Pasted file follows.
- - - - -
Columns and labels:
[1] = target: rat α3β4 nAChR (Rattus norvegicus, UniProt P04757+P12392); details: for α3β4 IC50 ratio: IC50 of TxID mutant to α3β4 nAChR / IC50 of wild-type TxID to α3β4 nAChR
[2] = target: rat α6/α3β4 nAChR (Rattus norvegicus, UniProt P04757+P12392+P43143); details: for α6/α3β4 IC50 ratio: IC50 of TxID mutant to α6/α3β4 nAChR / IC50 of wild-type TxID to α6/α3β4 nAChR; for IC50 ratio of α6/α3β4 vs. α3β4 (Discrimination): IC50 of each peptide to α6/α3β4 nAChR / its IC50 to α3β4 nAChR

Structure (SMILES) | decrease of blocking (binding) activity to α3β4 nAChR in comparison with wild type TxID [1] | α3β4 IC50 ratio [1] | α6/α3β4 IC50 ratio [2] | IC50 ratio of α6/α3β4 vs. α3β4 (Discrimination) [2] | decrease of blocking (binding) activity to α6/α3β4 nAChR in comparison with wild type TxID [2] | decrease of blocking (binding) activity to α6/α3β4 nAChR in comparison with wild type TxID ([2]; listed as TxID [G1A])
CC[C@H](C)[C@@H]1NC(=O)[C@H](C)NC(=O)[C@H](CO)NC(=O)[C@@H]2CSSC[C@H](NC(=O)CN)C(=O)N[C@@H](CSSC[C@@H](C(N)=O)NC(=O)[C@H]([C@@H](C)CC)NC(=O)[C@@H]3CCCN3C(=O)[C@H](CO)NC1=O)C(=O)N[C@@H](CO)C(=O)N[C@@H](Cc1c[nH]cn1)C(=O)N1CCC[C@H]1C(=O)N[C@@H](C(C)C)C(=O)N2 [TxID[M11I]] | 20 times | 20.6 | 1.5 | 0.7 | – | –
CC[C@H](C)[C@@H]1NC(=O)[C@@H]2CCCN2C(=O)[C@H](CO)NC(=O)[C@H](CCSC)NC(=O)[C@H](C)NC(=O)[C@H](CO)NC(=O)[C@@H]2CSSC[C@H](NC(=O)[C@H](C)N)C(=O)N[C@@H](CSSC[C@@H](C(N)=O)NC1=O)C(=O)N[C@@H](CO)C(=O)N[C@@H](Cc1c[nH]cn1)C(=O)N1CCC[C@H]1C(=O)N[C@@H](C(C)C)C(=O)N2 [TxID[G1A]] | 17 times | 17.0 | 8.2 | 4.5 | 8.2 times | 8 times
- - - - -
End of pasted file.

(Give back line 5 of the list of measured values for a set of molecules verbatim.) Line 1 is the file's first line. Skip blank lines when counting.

CC[C@H](C)[C@@H]1NC(=O)[C@H](C)NC(=O)[C@H](CO)NC(=O)[C@@H]2CSSC[C@H](NC(=O)CN)C(=O)N[C@@H](CSSC[C@@H](C(N)=O)NC(=O)[C@H]([C@@H](C)CC)NC(=O)[C@@H]3CCCN3C(=O)[C@H](CO)NC1=O)C(=O)N[C@@H](CO)C(=O)N[C@@H](Cc1c[nH]cn1)C(=O)N1CCC[C@H]1C(=O)N[C@@H](C(C)C)C(=O)N2 [TxID[M11I]] | 20 times | 20.6 | 1.5 | 0.7 | – | –